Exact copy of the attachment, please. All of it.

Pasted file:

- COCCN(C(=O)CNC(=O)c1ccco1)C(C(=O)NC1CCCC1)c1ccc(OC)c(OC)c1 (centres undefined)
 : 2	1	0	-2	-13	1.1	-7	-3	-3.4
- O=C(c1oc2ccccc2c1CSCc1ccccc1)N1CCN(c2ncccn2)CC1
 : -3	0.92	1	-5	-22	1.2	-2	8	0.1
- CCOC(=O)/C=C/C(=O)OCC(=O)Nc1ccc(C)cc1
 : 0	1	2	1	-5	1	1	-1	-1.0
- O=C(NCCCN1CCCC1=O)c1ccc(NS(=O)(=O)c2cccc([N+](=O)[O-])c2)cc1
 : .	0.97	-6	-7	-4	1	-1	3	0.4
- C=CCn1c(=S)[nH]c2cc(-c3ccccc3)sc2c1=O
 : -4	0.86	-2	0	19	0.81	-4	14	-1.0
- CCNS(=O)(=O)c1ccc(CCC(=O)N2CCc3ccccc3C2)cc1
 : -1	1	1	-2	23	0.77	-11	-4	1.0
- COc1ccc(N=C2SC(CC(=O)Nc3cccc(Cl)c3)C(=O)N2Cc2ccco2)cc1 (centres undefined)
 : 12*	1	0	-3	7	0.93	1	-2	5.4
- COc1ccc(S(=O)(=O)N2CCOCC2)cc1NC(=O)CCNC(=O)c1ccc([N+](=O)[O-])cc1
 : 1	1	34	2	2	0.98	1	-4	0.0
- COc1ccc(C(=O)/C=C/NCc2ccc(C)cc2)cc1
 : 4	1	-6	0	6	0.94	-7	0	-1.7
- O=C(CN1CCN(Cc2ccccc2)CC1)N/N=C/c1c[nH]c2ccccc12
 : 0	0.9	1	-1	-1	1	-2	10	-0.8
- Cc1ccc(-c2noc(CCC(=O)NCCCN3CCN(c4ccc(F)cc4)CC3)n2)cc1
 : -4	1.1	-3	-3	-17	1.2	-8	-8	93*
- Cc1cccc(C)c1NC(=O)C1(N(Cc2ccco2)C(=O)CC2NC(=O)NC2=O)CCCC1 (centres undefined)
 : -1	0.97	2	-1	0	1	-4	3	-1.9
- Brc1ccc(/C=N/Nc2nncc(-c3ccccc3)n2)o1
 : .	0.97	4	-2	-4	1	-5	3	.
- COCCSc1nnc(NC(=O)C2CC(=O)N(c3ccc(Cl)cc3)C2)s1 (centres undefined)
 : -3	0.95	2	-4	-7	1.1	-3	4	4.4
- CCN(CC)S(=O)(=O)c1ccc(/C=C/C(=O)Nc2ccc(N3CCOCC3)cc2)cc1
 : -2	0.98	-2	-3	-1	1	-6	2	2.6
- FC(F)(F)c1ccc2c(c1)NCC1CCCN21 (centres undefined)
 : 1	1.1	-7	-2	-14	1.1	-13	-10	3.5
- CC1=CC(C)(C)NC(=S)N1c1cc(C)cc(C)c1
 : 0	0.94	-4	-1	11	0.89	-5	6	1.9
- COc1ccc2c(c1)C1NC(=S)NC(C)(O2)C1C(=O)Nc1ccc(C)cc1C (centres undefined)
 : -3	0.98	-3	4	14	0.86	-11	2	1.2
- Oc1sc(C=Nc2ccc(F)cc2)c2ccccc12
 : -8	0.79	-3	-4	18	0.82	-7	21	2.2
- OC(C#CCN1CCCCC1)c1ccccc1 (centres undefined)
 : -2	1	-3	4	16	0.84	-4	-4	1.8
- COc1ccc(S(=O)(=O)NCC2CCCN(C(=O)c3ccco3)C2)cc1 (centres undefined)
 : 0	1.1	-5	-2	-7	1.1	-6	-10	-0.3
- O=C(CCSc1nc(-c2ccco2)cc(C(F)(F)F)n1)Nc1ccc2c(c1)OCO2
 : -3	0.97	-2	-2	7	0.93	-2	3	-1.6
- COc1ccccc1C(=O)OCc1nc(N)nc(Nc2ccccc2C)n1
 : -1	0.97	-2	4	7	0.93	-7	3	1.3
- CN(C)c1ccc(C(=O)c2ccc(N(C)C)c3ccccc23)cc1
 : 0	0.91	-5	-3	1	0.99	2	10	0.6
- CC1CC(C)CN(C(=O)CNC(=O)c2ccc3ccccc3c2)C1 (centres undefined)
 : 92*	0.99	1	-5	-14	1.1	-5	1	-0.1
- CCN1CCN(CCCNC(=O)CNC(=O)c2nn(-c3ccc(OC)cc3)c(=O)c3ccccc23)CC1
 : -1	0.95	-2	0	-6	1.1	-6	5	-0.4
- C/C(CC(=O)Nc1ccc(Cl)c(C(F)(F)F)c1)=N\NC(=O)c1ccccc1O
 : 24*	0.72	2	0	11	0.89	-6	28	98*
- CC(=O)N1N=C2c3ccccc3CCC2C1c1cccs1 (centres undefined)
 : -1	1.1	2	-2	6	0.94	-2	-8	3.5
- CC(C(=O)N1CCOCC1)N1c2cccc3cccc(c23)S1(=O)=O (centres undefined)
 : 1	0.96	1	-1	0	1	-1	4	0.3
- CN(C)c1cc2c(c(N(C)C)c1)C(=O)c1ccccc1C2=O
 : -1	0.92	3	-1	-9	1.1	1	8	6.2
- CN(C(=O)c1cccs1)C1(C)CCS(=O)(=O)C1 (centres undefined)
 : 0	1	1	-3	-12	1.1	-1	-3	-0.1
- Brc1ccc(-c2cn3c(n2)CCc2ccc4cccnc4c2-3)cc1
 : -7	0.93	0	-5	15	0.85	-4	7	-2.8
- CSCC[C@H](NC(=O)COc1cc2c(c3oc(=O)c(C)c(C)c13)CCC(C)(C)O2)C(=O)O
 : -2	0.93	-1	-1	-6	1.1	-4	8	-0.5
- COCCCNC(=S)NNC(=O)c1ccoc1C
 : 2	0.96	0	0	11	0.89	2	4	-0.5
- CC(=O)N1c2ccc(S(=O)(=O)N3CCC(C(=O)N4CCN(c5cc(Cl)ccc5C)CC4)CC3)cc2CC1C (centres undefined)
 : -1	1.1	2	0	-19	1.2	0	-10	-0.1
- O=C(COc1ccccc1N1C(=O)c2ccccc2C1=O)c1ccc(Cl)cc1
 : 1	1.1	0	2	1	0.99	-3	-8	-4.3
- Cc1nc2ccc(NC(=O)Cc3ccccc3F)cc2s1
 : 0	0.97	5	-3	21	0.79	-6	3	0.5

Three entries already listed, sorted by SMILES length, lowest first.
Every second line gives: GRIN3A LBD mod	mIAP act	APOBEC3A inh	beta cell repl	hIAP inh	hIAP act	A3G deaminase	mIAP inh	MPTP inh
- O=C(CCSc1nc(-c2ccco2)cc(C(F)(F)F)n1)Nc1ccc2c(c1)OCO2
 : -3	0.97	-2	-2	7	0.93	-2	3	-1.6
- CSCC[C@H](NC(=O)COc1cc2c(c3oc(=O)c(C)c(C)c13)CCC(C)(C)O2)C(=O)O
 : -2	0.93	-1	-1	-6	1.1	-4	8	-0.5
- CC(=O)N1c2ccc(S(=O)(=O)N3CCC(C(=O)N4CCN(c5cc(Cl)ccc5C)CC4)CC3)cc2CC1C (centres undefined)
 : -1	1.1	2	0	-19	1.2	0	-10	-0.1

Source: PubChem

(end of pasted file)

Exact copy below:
- COCCN(C(=O)CNC(=O)c1ccco1)C(C(=O)NC1CCCC1)c1ccc(OC)c(OC)c1 (centres undefined)
 : 2	1	0	-2	-13	1.1	-7	-3	-3.4
- O=C(c1oc2ccccc2c1CSCc1ccccc1)N1CCN(c2ncccn2)CC1
 : -3	0.92	1	-5	-22	1.2	-2	8	0.1
- CCOC(=O)/C=C/C(=O)OCC(=O)Nc1ccc(C)cc1
 : 0	1	2	1	-5	1	1	-1	-1.0
- O=C(NCCCN1CCCC1=O)c1ccc(NS(=O)(=O)c2cccc([N+](=O)[O-])c2)cc1
 : .	0.97	-6	-7	-4	1	-1	3	0.4
- C=CCn1c(=S)[nH]c2cc(-c3ccccc3)sc2c1=O
 : -4	0.86	-2	0	19	0.81	-4	14	-1.0
- CCNS(=O)(=O)c1ccc(CCC(=O)N2CCc3ccccc3C2)cc1
 : -1	1	1	-2	23	0.77	-11	-4	1.0
- COc1ccc(N=C2SC(CC(=O)Nc3cccc(Cl)c3)C(=O)N2Cc2ccco2)cc1 (centres undefined)
 : 12*	1	0	-3	7	0.93	1	-2	5.4
- COc1ccc(S(=O)(=O)N2CCOCC2)cc1NC(=O)CCNC(=O)c1ccc([N+](=O)[O-])cc1
 : 1	1	34	2	2	0.98	1	-4	0.0
- COc1ccc(C(=O)/C=C/NCc2ccc(C)cc2)cc1
 : 4	1	-6	0	6	0.94	-7	0	-1.7
- O=C(CN1CCN(Cc2ccccc2)CC1)N/N=C/c1c[nH]c2ccccc12
 : 0	0.9	1	-1	-1	1	-2	10	-0.8
- Cc1ccc(-c2noc(CCC(=O)NCCCN3CCN(c4ccc(F)cc4)CC3)n2)cc1
 : -4	1.1	-3	-3	-17	1.2	-8	-8	93*
- Cc1cccc(C)c1NC(=O)C1(N(Cc2ccco2)C(=O)CC2NC(=O)NC2=O)CCCC1 (centres undefined)
 : -1	0.97	2	-1	0	1	-4	3	-1.9
- Brc1ccc(/C=N/Nc2nncc(-c3ccccc3)n2)o1
 : .	0.97	4	-2	-4	1	-5	3	.
- COCCSc1nnc(NC(=O)C2CC(=O)N(c3ccc(Cl)cc3)C2)s1 (centres undefined)
 : -3	0.95	2	-4	-7	1.1	-3	4	4.4
- CCN(CC)S(=O)(=O)c1ccc(/C=C/C(=O)Nc2ccc(N3CCOCC3)cc2)cc1
 : -2	0.98	-2	-3	-1	1	-6	2	2.6
- FC(F)(F)c1ccc2c(c1)NCC1CCCN21 (centres undefined)
 : 1	1.1	-7	-2	-14	1.1	-13	-10	3.5
- CC1=CC(C)(C)NC(=S)N1c1cc(C)cc(C)c1
 : 0	0.94	-4	-1	11	0.89	-5	6	1.9
- COc1ccc2c(c1)C1NC(=S)NC(C)(O2)C1C(=O)Nc1ccc(C)cc1C (centres undefined)
 : -3	0.98	-3	4	14	0.86	-11	2	1.2
- Oc1sc(C=Nc2ccc(F)cc2)c2ccccc12
 : -8	0.79	-3	-4	18	0.82	-7	21	2.2
- OC(C#CCN1CCCCC1)c1ccccc1 (centres undefined)
 : -2	1	-3	4	16	0.84	-4	-4	1.8
- COc1ccc(S(=O)(=O)NCC2CCCN(C(=O)c3ccco3)C2)cc1 (centres undefined)
 : 0	1.1	-5	-2	-7	1.1	-6	-10	-0.3
- O=C(CCSc1nc(-c2ccco2)cc(C(F)(F)F)n1)Nc1ccc2c(c1)OCO2
 : -3	0.97	-2	-2	7	0.93	-2	3	-1.6
- COc1ccccc1C(=O)OCc1nc(N)nc(Nc2ccccc2C)n1
 : -1	0.97	-2	4	7	0.93	-7	3	1.3
- CN(C)c1ccc(C(=O)c2ccc(N(C)C)c3ccccc23)cc1
 : 0	0.91	-5	-3	1	0.99	2	10	0.6
- CC1CC(C)CN(C(=O)CNC(=O)c2ccc3ccccc3c2)C1 (centres undefined)
 : 92*	0.99	1	-5	-14	1.1	-5	1	-0.1
- CCN1CCN(CCCNC(=O)CNC(=O)c2nn(-c3ccc(OC)cc3)c(=O)c3ccccc23)CC1
 : -1	0.95	-2	0	-6	1.1	-6	5	-0.4
- C/C(CC(=O)Nc1ccc(Cl)c(C(F)(F)F)c1)=N\NC(=O)c1ccccc1O
 : 24*	0.72	2	0	11	0.89	-6	28	98*
- CC(=O)N1N=C2c3ccccc3CCC2C1c1cccs1 (centres undefined)
 : -1	1.1	2	-2	6	0.94	-2	-8	3.5
- CC(C(=O)N1CCOCC1)N1c2cccc3cccc(c23)S1(=O)=O (centres undefined)
 : 1	0.96	1	-1	0	1	-1	4	0.3
- CN(C)c1cc2c(c(N(C)C)c1)C(=O)c1ccccc1C2=O
 : -1	0.92	3	-1	-9	1.1	1	8	6.2
- CN(C(=O)c1cccs1)C1(C)CCS(=O)(=O)C1 (centres undefined)
 : 0	1	1	-3	-12	1.1	-1	-3	-0.1
- Brc1ccc(-c2cn3c(n2)CCc2ccc4cccnc4c2-3)cc1
 : -7	0.93	0	-5	15	0.85	-4	7	-2.8
- CSCC[C@H](NC(=O)COc1cc2c(c3oc(=O)c(C)c(C)c13)CCC(C)(C)O2)C(=O)O
 : -2	0.93	-1	-1	-6	1.1	-4	8	-0.5
- COCCCNC(=S)NNC(=O)c1ccoc1C
 : 2	0.96	0	0	11	0.89	2	4	-0.5
- CC(=O)N1c2ccc(S(=O)(=O)N3CCC(C(=O)N4CCN(c5cc(Cl)ccc5C)CC4)CC3)cc2CC1C (centres undefined)
 : -1	1.1	2	0	-19	1.2	0	-10	-0.1
- O=C(COc1ccccc1N1C(=O)c2ccccc2C1=O)c1ccc(Cl)cc1
 : 1	1.1	0	2	1	0.99	-3	-8	-4.3
- Cc1nc2ccc(NC(=O)Cc3ccccc3F)cc2s1
 : 0	0.97	5	-3	21	0.79	-6	3	0.5

Three entries already listed, sorted by SMILES length, lowest first.
Every second line gives: GRIN3A LBD mod	mIAP act	APOBEC3A inh	beta cell repl	hIAP inh	hIAP act	A3G deaminase	mIAP inh	MPTP inh
- O=C(CCSc1nc(-c2ccco2)cc(C(F)(F)F)n1)Nc1ccc2c(c1)OCO2
 : -3	0.97	-2	-2	7	0.93	-2	3	-1.6
- CSCC[C@H](NC(=O)COc1cc2c(c3oc(=O)c(C)c(C)c13)CCC(C)(C)O2)C(=O)O
 : -2	0.93	-1	-1	-6	1.1	-4	8	-0.5
- CC(=O)N1c2ccc(S(=O)(=O)N3CCC(C(=O)N4CCN(c5cc(Cl)ccc5C)CC4)CC3)cc2CC1C (centres undefined)
 : -1	1.1	2	0	-19	1.2	0	-10	-0.1

Source: PubChem